Self-sampling devices can be used to increase coverage and/or participation among non-responders. Twenty-four studies treated the effect of self-sampling on coverage or participation. Nine trials (53, 54, 58, 60–65) and four reviews (22, 66–68) found a positive effect of direct home mailing of the device, while other ways of offering the device are not effective (53). Among studies reporting the acceptability of self-sampling among women, one showed that it was higher among married women and less accepted by some ethnic groups, such as Asians in the UK (69) and another found (73) that it was higher among those with some or more college education (43 vs. 26%), and among those who were not Hispanic compared to Hispanic (49 vs. 28%). However, four studies found high acceptability also in the most hard-to-reach women (67, 70, 71, 74). One of the main concerns in women performing self-sampling is not collecting an adequate sample (53, 69, 72, 75). This concern is stronger among Indian and African Caribbean women than among white British women (75). In particular, two trials in France conducted in two neighborhoods with different socio-economic levels (62, 64) measured the difference in effectiveness of self-sampling in increasing coverage: they observed that the relative risk of having a test was higher in low socio-economic status women but that the impact was limited in both contexts due to low participation and very low compliance to colposcopies in positive women. A study in the Netherlands (59), found that self-sampling was effective in increasing coverage among under-covered populations, but the response rate was higher in native-Dutch women and in women who already had a previous Pap test. Another study, conducted in central Italy, found no effect of self-sampling in a rural area and a relevant effect in urban areas (53), while a Swedish study found no difference in acceptance in different SES levels (108). These studies, designed to test self-sampling as a tool to improve Pap test-based programs, suggest that the most deprived women, even in HPV-based programs, will have more difficulty accepting self-sampling, but an increase in compliance can be obtained in most of the socio-economic groups.
Self-sampling devices can also be used to reduce sampling costs, though it could influence participation. Only one large trial in Mexico (49) tested self-sampling as first approach method and showed a lower participation for self-sampling than for Pap test when all the population was included in the analyses. If, however, we exclude women not found at home and to whom the self-sampling device was not mailed, the participation was over 98%. Such a result has the potential to eliminate any inequality in access to screening, providing we have complete lists of resident women with updated and accurate addresses.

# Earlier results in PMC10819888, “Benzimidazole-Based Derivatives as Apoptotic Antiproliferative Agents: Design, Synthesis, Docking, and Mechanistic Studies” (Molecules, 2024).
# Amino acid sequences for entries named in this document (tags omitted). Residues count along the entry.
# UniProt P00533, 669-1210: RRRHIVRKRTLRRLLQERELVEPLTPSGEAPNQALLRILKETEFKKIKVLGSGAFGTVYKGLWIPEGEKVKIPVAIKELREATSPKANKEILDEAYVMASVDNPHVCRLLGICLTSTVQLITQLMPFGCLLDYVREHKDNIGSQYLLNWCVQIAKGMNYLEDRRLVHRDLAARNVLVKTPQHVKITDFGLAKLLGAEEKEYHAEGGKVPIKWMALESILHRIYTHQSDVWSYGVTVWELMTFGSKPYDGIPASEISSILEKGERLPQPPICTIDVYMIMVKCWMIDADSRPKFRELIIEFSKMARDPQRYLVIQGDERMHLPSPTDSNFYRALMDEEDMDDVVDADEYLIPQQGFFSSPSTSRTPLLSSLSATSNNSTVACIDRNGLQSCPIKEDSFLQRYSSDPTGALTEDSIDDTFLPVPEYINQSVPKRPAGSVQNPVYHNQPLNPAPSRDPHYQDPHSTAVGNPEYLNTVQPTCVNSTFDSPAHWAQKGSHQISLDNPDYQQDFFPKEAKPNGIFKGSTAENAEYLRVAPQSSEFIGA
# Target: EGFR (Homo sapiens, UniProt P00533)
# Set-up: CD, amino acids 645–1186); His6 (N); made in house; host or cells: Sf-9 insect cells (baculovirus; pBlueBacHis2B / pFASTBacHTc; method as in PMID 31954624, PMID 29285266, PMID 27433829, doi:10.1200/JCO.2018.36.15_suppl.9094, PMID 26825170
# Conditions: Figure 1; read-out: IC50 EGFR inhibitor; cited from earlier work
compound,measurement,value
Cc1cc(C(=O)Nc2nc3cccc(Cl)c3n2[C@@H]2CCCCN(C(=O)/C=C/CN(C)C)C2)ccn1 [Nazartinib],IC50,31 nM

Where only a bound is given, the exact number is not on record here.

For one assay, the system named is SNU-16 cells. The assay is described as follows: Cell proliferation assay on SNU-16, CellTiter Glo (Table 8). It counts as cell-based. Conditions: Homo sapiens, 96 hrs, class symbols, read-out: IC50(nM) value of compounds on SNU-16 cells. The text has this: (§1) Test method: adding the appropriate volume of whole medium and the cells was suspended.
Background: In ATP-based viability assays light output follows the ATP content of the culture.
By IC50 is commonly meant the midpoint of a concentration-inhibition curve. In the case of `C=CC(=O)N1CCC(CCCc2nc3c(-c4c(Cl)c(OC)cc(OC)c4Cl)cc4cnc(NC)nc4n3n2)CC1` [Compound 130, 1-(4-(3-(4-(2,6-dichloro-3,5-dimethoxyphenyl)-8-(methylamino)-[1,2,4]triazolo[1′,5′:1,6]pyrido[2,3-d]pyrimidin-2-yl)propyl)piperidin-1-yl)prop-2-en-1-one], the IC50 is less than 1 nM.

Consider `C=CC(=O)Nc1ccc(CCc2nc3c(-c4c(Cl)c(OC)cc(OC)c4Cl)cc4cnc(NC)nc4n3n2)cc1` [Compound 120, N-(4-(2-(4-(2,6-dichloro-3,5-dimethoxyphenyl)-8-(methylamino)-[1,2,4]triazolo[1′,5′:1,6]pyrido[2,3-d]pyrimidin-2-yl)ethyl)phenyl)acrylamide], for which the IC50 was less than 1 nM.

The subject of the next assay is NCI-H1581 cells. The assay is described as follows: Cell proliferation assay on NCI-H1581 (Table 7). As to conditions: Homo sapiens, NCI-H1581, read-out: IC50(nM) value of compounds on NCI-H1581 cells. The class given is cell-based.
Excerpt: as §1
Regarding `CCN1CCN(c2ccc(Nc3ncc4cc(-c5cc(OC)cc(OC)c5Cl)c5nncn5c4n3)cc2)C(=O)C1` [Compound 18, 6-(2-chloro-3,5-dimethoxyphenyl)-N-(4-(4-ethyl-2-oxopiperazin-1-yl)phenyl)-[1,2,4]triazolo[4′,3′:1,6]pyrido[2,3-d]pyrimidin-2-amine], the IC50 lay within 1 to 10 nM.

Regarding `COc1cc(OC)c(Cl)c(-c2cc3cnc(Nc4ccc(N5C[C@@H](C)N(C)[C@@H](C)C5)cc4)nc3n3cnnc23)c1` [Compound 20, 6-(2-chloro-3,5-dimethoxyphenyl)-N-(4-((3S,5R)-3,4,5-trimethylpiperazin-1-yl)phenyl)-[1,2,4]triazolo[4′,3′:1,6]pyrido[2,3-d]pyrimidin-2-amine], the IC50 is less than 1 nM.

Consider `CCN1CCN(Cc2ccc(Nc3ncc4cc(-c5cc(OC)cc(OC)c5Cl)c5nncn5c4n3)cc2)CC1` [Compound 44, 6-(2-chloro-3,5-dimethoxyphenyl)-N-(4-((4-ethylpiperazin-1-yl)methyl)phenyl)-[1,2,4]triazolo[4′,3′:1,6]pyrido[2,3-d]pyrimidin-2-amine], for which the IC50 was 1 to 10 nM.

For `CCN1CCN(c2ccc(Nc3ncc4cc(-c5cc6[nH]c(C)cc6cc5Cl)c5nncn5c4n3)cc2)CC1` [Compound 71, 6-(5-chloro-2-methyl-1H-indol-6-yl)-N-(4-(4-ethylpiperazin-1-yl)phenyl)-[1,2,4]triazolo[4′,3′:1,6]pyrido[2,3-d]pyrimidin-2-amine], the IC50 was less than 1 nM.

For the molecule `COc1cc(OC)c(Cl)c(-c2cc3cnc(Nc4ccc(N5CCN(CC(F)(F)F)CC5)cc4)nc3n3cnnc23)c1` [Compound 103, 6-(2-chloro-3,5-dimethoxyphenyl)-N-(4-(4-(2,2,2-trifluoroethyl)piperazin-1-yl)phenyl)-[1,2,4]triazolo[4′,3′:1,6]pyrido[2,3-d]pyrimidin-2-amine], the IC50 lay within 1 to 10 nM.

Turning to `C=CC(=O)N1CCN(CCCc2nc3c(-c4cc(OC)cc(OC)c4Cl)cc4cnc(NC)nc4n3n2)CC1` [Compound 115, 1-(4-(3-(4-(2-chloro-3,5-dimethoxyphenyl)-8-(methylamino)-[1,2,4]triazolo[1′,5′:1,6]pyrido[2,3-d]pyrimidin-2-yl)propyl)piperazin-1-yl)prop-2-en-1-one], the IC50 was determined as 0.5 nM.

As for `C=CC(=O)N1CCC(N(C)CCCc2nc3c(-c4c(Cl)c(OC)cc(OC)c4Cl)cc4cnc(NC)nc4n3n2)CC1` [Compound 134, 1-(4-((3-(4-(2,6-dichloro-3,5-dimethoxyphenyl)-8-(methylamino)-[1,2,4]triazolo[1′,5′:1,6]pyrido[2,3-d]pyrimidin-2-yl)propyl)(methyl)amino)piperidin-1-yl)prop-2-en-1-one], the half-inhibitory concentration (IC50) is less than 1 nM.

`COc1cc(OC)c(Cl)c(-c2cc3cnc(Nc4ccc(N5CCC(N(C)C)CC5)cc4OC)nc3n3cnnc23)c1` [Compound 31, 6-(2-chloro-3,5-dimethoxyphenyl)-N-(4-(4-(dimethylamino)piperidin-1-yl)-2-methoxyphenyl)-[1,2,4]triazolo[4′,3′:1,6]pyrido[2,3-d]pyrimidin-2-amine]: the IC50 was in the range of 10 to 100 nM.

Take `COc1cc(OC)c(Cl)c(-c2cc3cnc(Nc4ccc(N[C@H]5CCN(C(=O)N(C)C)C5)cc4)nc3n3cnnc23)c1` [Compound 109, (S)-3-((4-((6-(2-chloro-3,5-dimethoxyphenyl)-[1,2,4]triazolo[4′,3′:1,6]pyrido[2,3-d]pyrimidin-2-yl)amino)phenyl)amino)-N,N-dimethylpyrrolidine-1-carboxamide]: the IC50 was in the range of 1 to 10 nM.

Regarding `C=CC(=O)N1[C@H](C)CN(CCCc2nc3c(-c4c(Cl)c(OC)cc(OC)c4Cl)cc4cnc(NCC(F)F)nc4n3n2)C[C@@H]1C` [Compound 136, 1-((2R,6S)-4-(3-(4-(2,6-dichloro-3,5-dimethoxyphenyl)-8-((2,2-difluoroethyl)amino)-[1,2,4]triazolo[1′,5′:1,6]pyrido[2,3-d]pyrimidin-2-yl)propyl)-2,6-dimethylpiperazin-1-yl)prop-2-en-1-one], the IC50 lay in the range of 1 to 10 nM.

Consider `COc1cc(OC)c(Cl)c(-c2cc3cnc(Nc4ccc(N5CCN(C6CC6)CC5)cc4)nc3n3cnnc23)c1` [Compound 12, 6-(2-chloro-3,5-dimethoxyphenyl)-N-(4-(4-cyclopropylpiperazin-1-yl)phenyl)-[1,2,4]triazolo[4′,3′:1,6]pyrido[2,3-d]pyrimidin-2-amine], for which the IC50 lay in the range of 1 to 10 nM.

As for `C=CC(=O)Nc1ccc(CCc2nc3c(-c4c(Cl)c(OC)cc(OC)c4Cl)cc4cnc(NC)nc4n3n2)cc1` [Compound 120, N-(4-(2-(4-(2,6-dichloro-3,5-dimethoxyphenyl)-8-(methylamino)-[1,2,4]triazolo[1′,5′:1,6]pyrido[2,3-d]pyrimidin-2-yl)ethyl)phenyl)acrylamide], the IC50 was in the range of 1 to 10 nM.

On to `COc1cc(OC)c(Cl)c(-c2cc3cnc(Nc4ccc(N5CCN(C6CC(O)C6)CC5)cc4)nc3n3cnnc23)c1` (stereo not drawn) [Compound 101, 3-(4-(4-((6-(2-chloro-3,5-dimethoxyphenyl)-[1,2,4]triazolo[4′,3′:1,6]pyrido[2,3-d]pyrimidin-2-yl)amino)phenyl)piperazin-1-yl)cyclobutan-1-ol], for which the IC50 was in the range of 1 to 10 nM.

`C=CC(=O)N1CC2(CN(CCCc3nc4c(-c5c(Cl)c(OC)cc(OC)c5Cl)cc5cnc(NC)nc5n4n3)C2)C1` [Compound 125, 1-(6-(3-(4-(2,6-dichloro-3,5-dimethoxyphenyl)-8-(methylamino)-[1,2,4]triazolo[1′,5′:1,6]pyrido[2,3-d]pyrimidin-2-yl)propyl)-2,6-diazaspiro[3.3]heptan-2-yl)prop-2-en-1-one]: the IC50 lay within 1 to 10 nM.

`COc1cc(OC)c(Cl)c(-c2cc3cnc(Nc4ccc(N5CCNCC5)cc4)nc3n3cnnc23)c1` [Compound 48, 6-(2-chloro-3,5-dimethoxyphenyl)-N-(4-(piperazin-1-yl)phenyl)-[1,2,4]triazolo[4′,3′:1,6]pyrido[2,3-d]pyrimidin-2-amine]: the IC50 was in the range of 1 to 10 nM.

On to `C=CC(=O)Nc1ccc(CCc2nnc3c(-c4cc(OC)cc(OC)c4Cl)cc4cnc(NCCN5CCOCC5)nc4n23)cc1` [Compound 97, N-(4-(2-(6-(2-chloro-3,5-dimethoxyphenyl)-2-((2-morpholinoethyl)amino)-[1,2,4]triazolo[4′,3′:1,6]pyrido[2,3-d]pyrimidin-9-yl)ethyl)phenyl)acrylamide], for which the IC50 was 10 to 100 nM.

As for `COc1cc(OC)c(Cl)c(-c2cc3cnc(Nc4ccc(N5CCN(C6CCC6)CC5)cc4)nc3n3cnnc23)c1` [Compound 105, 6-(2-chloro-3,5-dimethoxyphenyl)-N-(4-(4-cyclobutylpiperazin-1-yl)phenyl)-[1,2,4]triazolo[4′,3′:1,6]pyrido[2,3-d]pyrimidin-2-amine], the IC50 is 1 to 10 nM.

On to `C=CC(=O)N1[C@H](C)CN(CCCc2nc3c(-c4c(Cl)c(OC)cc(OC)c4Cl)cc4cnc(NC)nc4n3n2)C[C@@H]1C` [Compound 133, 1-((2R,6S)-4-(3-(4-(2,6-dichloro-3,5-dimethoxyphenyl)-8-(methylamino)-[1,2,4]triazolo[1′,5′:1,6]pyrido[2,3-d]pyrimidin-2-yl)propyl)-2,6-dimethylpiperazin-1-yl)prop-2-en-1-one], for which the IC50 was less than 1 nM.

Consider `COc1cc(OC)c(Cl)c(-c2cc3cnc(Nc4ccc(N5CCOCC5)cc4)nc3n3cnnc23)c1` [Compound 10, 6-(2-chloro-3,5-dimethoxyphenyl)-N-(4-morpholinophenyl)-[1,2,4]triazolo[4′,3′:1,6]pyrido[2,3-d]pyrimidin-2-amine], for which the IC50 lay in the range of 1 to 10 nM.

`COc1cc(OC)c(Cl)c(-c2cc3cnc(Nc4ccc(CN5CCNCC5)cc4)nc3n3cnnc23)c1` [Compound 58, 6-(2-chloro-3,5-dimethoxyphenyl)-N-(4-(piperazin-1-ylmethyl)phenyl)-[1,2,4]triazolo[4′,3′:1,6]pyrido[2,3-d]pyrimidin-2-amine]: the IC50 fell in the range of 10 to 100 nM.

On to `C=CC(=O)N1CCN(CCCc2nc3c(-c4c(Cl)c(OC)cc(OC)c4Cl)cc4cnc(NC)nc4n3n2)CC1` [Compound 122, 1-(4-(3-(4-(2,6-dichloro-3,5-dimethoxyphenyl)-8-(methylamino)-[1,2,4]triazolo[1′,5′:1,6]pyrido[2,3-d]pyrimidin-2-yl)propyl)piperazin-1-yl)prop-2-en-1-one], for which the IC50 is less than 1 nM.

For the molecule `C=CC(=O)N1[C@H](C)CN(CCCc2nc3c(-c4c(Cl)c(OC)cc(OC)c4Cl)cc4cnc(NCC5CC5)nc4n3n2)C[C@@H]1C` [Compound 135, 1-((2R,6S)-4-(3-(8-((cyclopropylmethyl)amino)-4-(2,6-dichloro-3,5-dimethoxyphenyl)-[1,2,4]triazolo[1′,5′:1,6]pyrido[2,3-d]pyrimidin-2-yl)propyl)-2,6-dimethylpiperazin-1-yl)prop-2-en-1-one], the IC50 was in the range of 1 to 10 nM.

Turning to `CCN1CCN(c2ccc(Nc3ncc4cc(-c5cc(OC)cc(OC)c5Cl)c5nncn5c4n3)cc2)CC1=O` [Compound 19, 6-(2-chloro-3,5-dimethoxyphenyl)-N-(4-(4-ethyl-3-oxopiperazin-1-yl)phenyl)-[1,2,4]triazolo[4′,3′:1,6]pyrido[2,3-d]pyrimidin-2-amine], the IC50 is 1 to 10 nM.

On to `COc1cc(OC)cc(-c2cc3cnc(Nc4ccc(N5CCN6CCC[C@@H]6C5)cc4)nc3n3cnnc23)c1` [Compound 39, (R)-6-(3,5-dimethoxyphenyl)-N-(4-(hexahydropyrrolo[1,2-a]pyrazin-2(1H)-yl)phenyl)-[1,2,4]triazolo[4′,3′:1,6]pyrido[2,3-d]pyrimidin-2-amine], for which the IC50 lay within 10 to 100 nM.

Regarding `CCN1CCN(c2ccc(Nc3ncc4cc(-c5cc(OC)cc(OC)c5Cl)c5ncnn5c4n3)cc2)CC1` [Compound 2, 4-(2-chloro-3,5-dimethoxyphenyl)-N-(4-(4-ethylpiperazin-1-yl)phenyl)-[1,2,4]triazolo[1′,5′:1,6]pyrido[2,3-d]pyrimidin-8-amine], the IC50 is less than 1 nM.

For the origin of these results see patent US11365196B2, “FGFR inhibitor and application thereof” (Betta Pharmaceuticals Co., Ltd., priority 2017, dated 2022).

Compliance to Screening Protocols
Nine papers treated the differences in compliance with respect to HPV-related protocols.
Compliance to a 5-year interval after HPV-negative test may be low for women used to having a Pap test every year (41), thereby increasing spontaneous opportunistic over-screening. No published data were found about compliance to the recommended interval after HPV. Previous studies found an association between intervals shorter than recommended and high socio-economic status women (109, 110). Consequently, if over-screening increases, the phenomenon will probably be less relevant for deprived women.
Non-compliance with the recommendation to repeat test after 1 year (or 6 months), both in terms of under- and over-screening, may be influenced by socio-economic status. It has been observed that women have an overwhelming preference for immediate colposcopy rather than continued surveillance for persistent HPV (57). Cultural background can influence the compliance to protocol and increase or decrease the induced anxiety when a woman receives a result of HPV positivity and there is no immediate referral to further assessment.
Some authors considered the implication of effective communication of the test results on compliance to 1-year follow up (9, 21). The implications differ depending on whether it is necessary to invite the women back to collect a cytologic sample or whether the sampling method allows reflex cytology in to be performed (a liquid-based cytology or a double sampling taken at the same moment). In the first case, high compliance is needed to obtain the second sample. If the Pap test is negative, women who are HPV positive and Pap test negative must be reassured about waiting 1 year before repeating the test so as to avoid unnecessary colposcopies or other evaluations during that period. In the case of a reflex cytology test, we can give the HPV and cytology results at the same time, leaving only the problem of reassuring women for the 1-year follow up. Compliance to protocols varied dramatically among trials and pilot studies results, with some programs obtaining more than 85% without any particular interventions (17) and other pilot studies (21) and trials with relevant loss to follow up in HPV positive women (76, 77) when colposcopy was delayed. In some cases there was an evidence of over-screening (21), but there are no data on SES differences. In a non-randomized study, a brief phone counseling at the moment of HPV positivity strongly increased the compliance (65 vs. 35%) to 1-year follow up (21).